Hope for Over-harvested Fisheries

Bren associate professor of environmental economics Christopher Costello is a co-author of a paper titled "Rebuilding Global Fisheries," which appears in the July 31 issue of the journal Science and indicates favorable trends in several fisheries that have instituted some form of catch-shares management.

While "63 percent of assessed fish stocks worldwide still require rebuilding," according to the researchers on the two-year study based at UC Santa Barbara, they found that "in 5 of 10 well-studied ecosystems, the average exploitation rate has recently declined and is now at or below the rate predicted to achieve maximum sustainable yield for seven systems."

The authors caution that their analysis was confined mostly to intensively managed fisheries in developed countries such as the U.S., New Zealand, and Iceland, and that reversing overfishing trends is especially difficult in developing countries where economic alternatives to fishing do not exist and the local population is therefore unable to sustain the losses to income that can result from restrictive management. They also point out that some excess fishing effort is simply displaced to countries with weaker laws and enforcement capacity.

While most of the fisheries that showed improvement are managed by a few wealthy nations, there are some notable exceptions. In Kenya, for example, scientists, managers, and local communities have teamed up to close some key areas to fishing and restrict certain types of fishing gear. This led to an increase in the size and amount of fish available, and a consequent increase in fishers' incomes. "These successes are local, but they are inspiring others to follow suit," says Tim McClanahan of the Wildlife Conservation Society in Kenya.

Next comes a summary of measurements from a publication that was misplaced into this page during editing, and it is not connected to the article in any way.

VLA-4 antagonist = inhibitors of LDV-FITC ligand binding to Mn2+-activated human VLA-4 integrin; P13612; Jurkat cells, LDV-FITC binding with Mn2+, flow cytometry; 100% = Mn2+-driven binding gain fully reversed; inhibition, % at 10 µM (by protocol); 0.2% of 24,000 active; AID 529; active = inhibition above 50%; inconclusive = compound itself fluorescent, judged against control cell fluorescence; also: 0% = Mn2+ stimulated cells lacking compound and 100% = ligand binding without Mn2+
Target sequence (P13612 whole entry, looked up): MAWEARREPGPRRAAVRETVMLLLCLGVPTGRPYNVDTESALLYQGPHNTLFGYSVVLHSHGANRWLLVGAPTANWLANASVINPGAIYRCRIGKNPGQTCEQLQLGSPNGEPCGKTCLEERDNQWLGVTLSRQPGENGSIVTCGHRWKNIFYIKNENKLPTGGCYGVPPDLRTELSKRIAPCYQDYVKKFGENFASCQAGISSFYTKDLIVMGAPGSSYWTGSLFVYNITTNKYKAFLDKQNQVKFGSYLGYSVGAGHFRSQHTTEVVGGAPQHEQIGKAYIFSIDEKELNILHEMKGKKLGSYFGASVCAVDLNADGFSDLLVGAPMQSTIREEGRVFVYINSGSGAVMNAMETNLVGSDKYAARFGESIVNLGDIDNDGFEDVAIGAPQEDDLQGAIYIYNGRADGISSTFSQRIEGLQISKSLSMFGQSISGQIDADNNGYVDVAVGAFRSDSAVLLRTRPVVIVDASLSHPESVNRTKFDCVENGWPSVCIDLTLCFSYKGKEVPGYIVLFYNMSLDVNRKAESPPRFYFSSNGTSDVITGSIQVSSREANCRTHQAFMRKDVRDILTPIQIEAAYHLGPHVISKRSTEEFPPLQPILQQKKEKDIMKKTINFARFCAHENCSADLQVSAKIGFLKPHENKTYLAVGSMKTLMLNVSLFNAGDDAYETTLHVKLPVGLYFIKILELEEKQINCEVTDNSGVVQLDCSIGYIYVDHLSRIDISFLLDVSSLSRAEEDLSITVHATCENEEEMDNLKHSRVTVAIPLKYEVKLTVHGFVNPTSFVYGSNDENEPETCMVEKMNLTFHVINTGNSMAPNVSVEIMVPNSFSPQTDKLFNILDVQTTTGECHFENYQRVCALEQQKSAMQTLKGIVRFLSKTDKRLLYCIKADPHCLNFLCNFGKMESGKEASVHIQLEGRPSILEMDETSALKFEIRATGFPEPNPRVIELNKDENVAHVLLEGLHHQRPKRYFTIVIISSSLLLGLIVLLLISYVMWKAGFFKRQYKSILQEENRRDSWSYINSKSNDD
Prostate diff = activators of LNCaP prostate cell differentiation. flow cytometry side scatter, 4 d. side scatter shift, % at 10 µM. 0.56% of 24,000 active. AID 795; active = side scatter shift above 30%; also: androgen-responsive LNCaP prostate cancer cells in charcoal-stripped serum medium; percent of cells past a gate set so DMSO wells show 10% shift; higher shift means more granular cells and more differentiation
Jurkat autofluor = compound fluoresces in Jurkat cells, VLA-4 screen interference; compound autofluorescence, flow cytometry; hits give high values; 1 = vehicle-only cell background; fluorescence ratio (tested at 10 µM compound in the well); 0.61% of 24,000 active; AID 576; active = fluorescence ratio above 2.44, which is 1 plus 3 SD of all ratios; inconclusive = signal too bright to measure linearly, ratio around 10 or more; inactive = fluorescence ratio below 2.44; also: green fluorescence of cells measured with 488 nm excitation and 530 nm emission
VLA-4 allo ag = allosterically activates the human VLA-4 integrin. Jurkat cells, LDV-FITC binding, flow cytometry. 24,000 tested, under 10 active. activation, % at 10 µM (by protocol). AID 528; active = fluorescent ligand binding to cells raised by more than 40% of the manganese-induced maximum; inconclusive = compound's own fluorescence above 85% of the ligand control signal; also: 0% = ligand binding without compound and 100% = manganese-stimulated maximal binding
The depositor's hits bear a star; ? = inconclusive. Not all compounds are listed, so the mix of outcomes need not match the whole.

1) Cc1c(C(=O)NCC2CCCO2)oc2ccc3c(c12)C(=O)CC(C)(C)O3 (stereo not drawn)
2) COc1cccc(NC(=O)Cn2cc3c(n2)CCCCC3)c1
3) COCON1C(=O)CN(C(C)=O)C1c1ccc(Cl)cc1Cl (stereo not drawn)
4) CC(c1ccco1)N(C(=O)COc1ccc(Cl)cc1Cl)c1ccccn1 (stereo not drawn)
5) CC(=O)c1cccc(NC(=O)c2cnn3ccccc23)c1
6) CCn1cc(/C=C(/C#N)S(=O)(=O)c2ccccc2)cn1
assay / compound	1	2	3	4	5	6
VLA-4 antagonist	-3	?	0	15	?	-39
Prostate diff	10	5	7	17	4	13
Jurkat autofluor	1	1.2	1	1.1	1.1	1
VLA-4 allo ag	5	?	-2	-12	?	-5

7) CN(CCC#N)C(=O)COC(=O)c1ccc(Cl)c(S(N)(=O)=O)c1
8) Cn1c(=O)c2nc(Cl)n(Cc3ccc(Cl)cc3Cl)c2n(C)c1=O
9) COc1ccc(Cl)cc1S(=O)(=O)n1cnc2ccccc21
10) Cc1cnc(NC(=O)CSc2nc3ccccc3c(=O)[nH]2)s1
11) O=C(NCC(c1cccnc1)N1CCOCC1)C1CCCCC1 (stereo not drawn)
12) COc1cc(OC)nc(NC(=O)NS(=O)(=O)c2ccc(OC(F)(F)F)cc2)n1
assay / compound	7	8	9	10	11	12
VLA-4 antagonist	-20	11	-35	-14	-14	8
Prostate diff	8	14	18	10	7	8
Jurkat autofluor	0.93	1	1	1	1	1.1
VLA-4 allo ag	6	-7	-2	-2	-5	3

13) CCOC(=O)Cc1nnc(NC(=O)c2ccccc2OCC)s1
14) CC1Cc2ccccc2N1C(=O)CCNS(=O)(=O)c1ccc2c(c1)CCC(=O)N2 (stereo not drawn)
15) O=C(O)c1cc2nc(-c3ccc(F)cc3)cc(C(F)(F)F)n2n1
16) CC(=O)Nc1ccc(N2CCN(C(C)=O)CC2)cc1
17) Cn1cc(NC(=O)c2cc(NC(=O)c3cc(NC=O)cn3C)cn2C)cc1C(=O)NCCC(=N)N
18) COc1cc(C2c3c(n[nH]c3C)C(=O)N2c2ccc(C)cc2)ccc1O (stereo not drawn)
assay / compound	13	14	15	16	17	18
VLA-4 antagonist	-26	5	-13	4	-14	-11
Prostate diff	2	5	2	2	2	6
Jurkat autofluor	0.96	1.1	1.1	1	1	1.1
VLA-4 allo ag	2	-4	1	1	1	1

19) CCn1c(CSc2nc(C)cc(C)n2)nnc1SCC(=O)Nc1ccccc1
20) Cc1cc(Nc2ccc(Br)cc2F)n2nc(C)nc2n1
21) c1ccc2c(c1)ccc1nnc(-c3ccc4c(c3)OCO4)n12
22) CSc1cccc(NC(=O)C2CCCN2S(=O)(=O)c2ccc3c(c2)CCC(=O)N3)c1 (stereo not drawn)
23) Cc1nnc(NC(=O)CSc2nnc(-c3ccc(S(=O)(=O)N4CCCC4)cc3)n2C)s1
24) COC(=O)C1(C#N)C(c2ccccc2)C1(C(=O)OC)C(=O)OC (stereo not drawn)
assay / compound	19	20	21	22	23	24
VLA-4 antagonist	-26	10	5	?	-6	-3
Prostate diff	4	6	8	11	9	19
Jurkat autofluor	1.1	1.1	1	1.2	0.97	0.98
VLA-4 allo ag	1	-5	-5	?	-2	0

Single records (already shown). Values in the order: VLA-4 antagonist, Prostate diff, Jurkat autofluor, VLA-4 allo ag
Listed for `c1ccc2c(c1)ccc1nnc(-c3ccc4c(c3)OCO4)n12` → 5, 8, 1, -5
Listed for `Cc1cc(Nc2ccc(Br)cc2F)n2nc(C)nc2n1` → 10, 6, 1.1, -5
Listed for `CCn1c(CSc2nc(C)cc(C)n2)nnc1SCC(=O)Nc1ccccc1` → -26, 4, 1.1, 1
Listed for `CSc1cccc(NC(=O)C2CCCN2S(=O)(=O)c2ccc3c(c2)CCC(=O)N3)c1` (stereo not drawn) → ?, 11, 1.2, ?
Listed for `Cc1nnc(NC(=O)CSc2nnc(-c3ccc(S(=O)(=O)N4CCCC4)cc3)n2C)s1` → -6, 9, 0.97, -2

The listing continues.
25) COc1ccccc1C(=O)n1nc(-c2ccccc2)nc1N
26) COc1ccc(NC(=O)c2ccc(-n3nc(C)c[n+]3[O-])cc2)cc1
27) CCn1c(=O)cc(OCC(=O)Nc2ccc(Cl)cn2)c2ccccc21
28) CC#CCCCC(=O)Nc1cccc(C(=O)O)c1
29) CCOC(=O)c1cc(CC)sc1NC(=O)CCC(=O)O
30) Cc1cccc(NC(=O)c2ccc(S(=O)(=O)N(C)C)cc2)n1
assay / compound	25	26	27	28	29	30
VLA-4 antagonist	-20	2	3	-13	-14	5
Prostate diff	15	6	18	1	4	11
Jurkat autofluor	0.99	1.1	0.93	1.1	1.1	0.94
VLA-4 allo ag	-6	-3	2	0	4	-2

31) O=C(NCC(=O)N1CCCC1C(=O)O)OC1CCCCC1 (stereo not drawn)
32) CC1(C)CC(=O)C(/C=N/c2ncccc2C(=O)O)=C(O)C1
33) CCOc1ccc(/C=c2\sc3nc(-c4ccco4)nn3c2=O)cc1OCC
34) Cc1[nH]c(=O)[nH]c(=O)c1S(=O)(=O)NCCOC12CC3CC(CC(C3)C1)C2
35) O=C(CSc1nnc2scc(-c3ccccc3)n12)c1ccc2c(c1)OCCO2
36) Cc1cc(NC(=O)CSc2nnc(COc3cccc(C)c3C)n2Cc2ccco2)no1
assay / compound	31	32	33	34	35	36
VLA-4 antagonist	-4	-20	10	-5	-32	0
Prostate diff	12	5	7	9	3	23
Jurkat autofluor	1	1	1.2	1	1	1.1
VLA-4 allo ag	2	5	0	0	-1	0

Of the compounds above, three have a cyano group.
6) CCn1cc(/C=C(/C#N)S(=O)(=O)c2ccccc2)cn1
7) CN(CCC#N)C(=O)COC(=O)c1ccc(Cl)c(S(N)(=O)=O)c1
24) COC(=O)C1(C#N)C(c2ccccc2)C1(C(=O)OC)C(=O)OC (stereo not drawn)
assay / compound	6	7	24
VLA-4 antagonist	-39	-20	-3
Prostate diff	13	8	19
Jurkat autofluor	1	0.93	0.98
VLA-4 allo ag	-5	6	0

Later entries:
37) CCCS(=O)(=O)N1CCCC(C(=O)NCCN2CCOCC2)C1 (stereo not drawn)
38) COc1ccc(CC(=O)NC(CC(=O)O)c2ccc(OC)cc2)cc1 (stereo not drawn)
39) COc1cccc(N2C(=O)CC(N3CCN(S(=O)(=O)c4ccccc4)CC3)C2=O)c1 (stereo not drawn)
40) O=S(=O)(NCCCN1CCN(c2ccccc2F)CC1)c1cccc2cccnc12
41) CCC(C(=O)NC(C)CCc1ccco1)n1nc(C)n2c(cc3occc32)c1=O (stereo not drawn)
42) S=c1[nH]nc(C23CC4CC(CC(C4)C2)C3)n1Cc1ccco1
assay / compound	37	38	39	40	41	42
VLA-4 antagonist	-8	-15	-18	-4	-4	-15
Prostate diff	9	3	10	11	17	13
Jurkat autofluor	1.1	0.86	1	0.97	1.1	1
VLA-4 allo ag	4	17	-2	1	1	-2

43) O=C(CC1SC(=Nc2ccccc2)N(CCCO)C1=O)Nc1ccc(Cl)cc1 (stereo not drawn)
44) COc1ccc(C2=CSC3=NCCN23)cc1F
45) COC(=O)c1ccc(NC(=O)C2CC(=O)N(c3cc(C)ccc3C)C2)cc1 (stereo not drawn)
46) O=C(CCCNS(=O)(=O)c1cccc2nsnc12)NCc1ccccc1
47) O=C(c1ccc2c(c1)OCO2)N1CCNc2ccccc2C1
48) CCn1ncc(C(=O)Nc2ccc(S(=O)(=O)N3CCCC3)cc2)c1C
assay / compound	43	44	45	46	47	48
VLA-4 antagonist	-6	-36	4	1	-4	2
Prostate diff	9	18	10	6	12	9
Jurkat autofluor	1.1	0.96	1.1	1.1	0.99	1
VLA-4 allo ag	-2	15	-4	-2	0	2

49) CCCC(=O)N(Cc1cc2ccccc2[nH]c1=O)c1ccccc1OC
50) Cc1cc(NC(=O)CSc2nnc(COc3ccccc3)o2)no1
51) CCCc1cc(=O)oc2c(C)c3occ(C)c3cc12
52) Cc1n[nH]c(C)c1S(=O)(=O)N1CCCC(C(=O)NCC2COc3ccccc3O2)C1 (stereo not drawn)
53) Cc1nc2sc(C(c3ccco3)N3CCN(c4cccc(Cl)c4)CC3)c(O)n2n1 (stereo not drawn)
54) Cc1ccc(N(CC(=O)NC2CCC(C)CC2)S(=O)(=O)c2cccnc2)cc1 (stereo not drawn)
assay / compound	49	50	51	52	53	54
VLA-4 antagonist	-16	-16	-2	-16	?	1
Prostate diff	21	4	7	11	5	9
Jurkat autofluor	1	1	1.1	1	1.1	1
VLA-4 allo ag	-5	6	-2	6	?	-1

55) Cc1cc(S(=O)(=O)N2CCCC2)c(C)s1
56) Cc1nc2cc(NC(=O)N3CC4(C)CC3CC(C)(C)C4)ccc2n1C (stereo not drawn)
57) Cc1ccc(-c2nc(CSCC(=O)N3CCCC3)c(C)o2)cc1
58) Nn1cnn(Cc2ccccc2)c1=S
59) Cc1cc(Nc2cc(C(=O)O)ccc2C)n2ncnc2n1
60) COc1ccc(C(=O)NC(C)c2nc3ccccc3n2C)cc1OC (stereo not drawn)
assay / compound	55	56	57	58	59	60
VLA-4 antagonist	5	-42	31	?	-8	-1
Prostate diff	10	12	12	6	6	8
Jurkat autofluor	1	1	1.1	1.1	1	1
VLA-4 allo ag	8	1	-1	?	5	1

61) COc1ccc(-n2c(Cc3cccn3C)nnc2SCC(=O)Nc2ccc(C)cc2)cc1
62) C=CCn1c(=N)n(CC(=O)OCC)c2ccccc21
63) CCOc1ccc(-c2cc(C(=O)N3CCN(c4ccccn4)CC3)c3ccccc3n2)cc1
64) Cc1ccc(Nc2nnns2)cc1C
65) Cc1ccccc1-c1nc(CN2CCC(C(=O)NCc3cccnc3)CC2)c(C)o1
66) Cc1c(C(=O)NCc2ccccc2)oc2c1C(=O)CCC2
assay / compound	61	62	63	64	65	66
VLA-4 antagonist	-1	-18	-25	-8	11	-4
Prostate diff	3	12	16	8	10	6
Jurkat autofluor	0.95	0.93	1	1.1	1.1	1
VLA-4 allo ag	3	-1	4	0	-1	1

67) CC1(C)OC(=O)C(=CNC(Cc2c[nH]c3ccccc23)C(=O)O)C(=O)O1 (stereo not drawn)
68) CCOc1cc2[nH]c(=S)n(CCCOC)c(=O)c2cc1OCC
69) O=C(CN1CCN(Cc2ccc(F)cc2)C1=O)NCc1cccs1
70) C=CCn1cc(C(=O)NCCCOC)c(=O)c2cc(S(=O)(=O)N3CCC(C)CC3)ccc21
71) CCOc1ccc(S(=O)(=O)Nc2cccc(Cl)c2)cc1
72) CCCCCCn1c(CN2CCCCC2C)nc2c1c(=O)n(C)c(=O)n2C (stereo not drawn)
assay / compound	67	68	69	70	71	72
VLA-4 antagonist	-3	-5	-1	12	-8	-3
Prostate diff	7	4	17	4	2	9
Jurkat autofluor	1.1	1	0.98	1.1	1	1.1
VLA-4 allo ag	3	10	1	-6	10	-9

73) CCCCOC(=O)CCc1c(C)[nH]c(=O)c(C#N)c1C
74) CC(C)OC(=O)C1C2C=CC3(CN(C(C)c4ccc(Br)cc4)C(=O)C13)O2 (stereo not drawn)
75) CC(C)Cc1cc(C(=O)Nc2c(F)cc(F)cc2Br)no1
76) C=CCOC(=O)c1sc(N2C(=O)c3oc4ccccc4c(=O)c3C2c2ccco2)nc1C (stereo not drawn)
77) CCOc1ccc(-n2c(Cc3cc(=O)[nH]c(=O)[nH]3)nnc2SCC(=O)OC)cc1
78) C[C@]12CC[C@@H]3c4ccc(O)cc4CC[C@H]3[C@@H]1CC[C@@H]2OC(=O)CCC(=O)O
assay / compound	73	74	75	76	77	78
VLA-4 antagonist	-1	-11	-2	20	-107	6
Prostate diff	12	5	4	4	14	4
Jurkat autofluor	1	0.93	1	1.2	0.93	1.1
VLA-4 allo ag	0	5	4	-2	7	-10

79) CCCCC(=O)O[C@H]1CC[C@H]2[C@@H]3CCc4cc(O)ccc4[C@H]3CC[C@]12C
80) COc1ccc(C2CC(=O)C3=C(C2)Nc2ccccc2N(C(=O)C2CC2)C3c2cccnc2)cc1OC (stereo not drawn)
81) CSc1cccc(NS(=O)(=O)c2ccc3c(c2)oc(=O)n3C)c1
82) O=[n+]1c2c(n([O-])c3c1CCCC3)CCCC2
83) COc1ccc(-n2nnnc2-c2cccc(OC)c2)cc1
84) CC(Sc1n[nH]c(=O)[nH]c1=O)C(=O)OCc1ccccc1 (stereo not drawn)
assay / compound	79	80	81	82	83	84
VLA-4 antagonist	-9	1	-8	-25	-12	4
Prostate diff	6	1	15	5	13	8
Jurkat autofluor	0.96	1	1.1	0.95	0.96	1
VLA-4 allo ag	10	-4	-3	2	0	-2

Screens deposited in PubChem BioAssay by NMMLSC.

"We know that more fish can be harvested with less fishing effort and less impact on the environment if we first slow down and allow overfished populations to rebuild," adds co-author Jeremy Collie from the University of Rhode Island. "Scientists and managers in places as different as Iceland and Kenya have been able to reduce overfishing and rebuild fish populations despite serious challenges."

The authors note that a variety of diverse management tools exist to meet fisheries and conservation objectives, including can be achieved by merging diverse management actions, including catch restrictions, gear modification, and closed areas, which must be selected and individualized according to the local context.

This new study is a follow-up to a 2006 paper by co-principal investigator Boris Worm of Dalhousie University in which he suggested that if current trends continue, the world's fisheries could be wiped out by mid-century. That paper led to a public disagreement between Worm and co-principal investigator of this study Ray Hilborn, of the University of Washington. Through subsequent discussions, however, the two scientists recognized that they shared a purpose and decided to collaborate on a more detailed assessment of the world's fisheries, which brought together many of the world's leading fisheries scientists and ecologists for the study, conducted by a series of working groups at the National Center for Ecological Analysis and Synthesis (NCEAS) at UCSB.

Read the complete paper.